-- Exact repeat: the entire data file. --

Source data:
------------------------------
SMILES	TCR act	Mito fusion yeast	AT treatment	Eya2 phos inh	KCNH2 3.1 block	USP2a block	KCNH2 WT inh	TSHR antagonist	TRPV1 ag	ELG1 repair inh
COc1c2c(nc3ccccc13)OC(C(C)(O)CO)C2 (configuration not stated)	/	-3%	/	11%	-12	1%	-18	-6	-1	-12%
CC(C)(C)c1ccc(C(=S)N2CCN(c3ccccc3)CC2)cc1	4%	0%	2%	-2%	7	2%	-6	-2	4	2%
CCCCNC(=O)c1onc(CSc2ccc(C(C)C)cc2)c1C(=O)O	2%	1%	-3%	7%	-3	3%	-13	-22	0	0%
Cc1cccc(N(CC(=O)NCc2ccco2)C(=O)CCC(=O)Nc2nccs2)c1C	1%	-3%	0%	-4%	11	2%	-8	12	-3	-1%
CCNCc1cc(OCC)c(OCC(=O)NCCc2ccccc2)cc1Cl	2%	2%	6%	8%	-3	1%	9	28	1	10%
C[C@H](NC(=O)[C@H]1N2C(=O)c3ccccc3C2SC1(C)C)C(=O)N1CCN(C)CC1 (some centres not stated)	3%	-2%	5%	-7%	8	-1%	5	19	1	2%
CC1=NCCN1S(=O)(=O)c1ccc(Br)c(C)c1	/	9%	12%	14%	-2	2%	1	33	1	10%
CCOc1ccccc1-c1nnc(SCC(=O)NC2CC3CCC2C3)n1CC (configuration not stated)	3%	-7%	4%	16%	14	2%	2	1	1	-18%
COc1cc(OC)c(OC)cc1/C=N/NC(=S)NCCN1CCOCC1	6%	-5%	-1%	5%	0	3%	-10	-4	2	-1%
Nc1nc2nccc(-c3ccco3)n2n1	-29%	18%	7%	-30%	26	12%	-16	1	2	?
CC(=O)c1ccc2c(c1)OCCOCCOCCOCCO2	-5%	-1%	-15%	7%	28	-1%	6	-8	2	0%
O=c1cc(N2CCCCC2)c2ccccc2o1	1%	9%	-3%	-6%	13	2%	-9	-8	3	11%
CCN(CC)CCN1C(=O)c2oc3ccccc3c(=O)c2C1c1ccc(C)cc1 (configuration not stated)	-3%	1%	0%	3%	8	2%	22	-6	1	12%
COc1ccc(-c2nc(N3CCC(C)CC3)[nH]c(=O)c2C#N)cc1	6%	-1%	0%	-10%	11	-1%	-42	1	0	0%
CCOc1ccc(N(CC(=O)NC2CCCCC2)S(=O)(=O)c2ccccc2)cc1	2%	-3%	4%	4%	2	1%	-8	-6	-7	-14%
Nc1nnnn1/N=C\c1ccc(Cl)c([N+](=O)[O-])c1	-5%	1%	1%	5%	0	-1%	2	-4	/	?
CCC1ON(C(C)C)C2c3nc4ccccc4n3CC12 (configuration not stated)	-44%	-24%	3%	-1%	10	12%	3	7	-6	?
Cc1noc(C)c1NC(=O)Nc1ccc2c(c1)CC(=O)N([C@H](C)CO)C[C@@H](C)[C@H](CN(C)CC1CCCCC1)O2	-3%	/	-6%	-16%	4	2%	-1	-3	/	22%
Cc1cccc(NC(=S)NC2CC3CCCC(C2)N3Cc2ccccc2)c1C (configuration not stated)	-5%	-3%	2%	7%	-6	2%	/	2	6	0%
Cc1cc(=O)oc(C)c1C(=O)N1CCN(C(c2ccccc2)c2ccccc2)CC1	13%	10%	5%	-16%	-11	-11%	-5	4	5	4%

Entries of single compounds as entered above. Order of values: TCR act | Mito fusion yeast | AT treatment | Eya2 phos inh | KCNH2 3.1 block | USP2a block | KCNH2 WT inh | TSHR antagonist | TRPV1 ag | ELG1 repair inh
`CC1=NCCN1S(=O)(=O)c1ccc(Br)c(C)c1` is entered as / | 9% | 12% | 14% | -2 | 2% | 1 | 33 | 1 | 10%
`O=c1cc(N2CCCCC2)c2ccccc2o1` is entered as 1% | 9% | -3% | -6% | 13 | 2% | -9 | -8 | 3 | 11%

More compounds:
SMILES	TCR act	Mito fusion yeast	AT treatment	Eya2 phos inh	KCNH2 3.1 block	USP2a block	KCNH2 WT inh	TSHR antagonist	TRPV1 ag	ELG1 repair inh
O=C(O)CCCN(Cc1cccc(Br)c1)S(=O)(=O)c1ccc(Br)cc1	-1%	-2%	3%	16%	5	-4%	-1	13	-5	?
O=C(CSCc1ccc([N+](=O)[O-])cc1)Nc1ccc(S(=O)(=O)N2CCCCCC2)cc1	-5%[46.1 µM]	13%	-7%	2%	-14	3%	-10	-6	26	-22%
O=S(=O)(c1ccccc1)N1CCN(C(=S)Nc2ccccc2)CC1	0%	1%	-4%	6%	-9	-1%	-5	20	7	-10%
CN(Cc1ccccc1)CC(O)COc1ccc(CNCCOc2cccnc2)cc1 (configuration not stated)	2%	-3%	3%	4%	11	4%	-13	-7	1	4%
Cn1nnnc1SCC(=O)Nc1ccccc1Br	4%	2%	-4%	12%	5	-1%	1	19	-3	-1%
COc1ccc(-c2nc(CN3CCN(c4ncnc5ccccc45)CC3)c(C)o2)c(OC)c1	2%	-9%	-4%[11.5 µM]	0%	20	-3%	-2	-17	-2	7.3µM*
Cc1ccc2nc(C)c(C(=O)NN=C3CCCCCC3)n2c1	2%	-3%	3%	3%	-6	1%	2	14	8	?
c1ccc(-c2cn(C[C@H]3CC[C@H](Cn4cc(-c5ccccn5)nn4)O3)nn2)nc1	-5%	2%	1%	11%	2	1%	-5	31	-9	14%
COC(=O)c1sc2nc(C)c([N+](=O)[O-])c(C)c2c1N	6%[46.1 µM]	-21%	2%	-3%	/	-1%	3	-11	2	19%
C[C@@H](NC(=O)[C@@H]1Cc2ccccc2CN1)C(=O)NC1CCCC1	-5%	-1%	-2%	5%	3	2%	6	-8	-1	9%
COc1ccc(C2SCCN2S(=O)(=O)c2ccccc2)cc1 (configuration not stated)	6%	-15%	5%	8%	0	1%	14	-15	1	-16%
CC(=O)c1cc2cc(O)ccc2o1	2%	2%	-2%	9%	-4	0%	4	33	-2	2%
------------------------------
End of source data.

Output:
SMILES	TCR act	Mito fusion yeast	AT treatment	Eya2 phos inh	KCNH2 3.1 block	USP2a block	KCNH2 WT inh	TSHR antagonist	TRPV1 ag	ELG1 repair inh
COc1c2c(nc3ccccc13)OC(C(C)(O)CO)C2 (configuration not stated)	/	-3%	/	11%	-12	1%	-18	-6	-1	-12%
CC(C)(C)c1ccc(C(=S)N2CCN(c3ccccc3)CC2)cc1	4%	0%	2%	-2%	7	2%	-6	-2	4	2%
CCCCNC(=O)c1onc(CSc2ccc(C(C)C)cc2)c1C(=O)O	2%	1%	-3%	7%	-3	3%	-13	-22	0	0%
Cc1cccc(N(CC(=O)NCc2ccco2)C(=O)CCC(=O)Nc2nccs2)c1C	1%	-3%	0%	-4%	11	2%	-8	12	-3	-1%
CCNCc1cc(OCC)c(OCC(=O)NCCc2ccccc2)cc1Cl	2%	2%	6%	8%	-3	1%	9	28	1	10%
C[C@H](NC(=O)[C@H]1N2C(=O)c3ccccc3C2SC1(C)C)C(=O)N1CCN(C)CC1 (some centres not stated)	3%	-2%	5%	-7%	8	-1%	5	19	1	2%
CC1=NCCN1S(=O)(=O)c1ccc(Br)c(C)c1	/	9%	12%	14%	-2	2%	1	33	1	10%
CCOc1ccccc1-c1nnc(SCC(=O)NC2CC3CCC2C3)n1CC (configuration not stated)	3%	-7%	4%	16%	14	2%	2	1	1	-18%
COc1cc(OC)c(OC)cc1/C=N/NC(=S)NCCN1CCOCC1	6%	-5%	-1%	5%	0	3%	-10	-4	2	-1%
Nc1nc2nccc(-c3ccco3)n2n1	-29%	18%	7%	-30%	26	12%	-16	1	2	?
CC(=O)c1ccc2c(c1)OCCOCCOCCOCCO2	-5%	-1%	-15%	7%	28	-1%	6	-8	2	0%
O=c1cc(N2CCCCC2)c2ccccc2o1	1%	9%	-3%	-6%	13	2%	-9	-8	3	11%
CCN(CC)CCN1C(=O)c2oc3ccccc3c(=O)c2C1c1ccc(C)cc1 (configuration not stated)	-3%	1%	0%	3%	8	2%	22	-6	1	12%
COc1ccc(-c2nc(N3CCC(C)CC3)[nH]c(=O)c2C#N)cc1	6%	-1%	0%	-10%	11	-1%	-42	1	0	0%
CCOc1ccc(N(CC(=O)NC2CCCCC2)S(=O)(=O)c2ccccc2)cc1	2%	-3%	4%	4%	2	1%	-8	-6	-7	-14%
Nc1nnnn1/N=C\c1ccc(Cl)c([N+](=O)[O-])c1	-5%	1%	1%	5%	0	-1%	2	-4	/	?
CCC1ON(C(C)C)C2c3nc4ccccc4n3CC12 (configuration not stated)	-44%	-24%	3%	-1%	10	12%	3	7	-6	?
Cc1noc(C)c1NC(=O)Nc1ccc2c(c1)CC(=O)N([C@H](C)CO)C[C@@H](C)[C@H](CN(C)CC1CCCCC1)O2	-3%	/	-6%	-16%	4	2%	-1	-3	/	22%
Cc1cccc(NC(=S)NC2CC3CCCC(C2)N3Cc2ccccc2)c1C (configuration not stated)	-5%	-3%	2%	7%	-6	2%	/	2	6	0%
Cc1cc(=O)oc(C)c1C(=O)N1CCN(C(c2ccccc2)c2ccccc2)CC1	13%	10%	5%	-16%	-11	-11%	-5	4	5	4%

Entries of single compounds as entered above. Order of values: TCR act | Mito fusion yeast | AT treatment | Eya2 phos inh | KCNH2 3.1 block | USP2a block | KCNH2 WT inh | TSHR antagonist | TRPV1 ag | ELG1 repair inh
`CC1=NCCN1S(=O)(=O)c1ccc(Br)c(C)c1` is entered as / | 9% | 12% | 14% | -2 | 2% | 1 | 33 | 1 | 10%
`O=c1cc(N2CCCCC2)c2ccccc2o1` is entered as 1% | 9% | -3% | -6% | 13 | 2% | -9 | -8 | 3 | 11%

More compounds:
SMILES	TCR act	Mito fusion yeast	AT treatment	Eya2 phos inh	KCNH2 3.1 block	USP2a block	KCNH2 WT inh	TSHR antagonist	TRPV1 ag	ELG1 repair inh
O=C(O)CCCN(Cc1cccc(Br)c1)S(=O)(=O)c1ccc(Br)cc1	-1%	-2%	3%	16%	5	-4%	-1	13	-5	?
O=C(CSCc1ccc([N+](=O)[O-])cc1)Nc1ccc(S(=O)(=O)N2CCCCCC2)cc1	-5%[46.1 µM]	13%	-7%	2%	-14	3%	-10	-6	26	-22%
O=S(=O)(c1ccccc1)N1CCN(C(=S)Nc2ccccc2)CC1	0%	1%	-4%	6%	-9	-1%	-5	20	7	-10%
CN(Cc1ccccc1)CC(O)COc1ccc(CNCCOc2cccnc2)cc1 (configuration not stated)	2%	-3%	3%	4%	11	4%	-13	-7	1	4%
Cn1nnnc1SCC(=O)Nc1ccccc1Br	4%	2%	-4%	12%	5	-1%	1	19	-3	-1%
COc1ccc(-c2nc(CN3CCN(c4ncnc5ccccc45)CC3)c(C)o2)c(OC)c1	2%	-9%	-4%[11.5 µM]	0%	20	-3%	-2	-17	-2	7.3µM*
Cc1ccc2nc(C)c(C(=O)NN=C3CCCCCC3)n2c1	2%	-3%	3%	3%	-6	1%	2	14	8	?
c1ccc(-c2cn(C[C@H]3CC[C@H](Cn4cc(-c5ccccn5)nn4)O3)nn2)nc1	-5%	2%	1%	11%	2	1%	-5	31	-9	14%
COC(=O)c1sc2nc(C)c([N+](=O)[O-])c(C)c2c1N	6%[46.1 µM]	-21%	2%	-3%	/	-1%	3	-11	2	19%
C[C@@H](NC(=O)[C@@H]1Cc2ccccc2CN1)C(=O)NC1CCCC1	-5%	-1%	-2%	5%	3	2%	6	-8	-1	9%
COc1ccc(C2SCCN2S(=O)(=O)c2ccccc2)cc1 (configuration not stated)	6%	-15%	5%	8%	0	1%	14	-15	1	-16%
CC(=O)c1cc2cc(O)ccc2o1	2%	2%	-2%	9%	-4	0%	4	33	-2	2%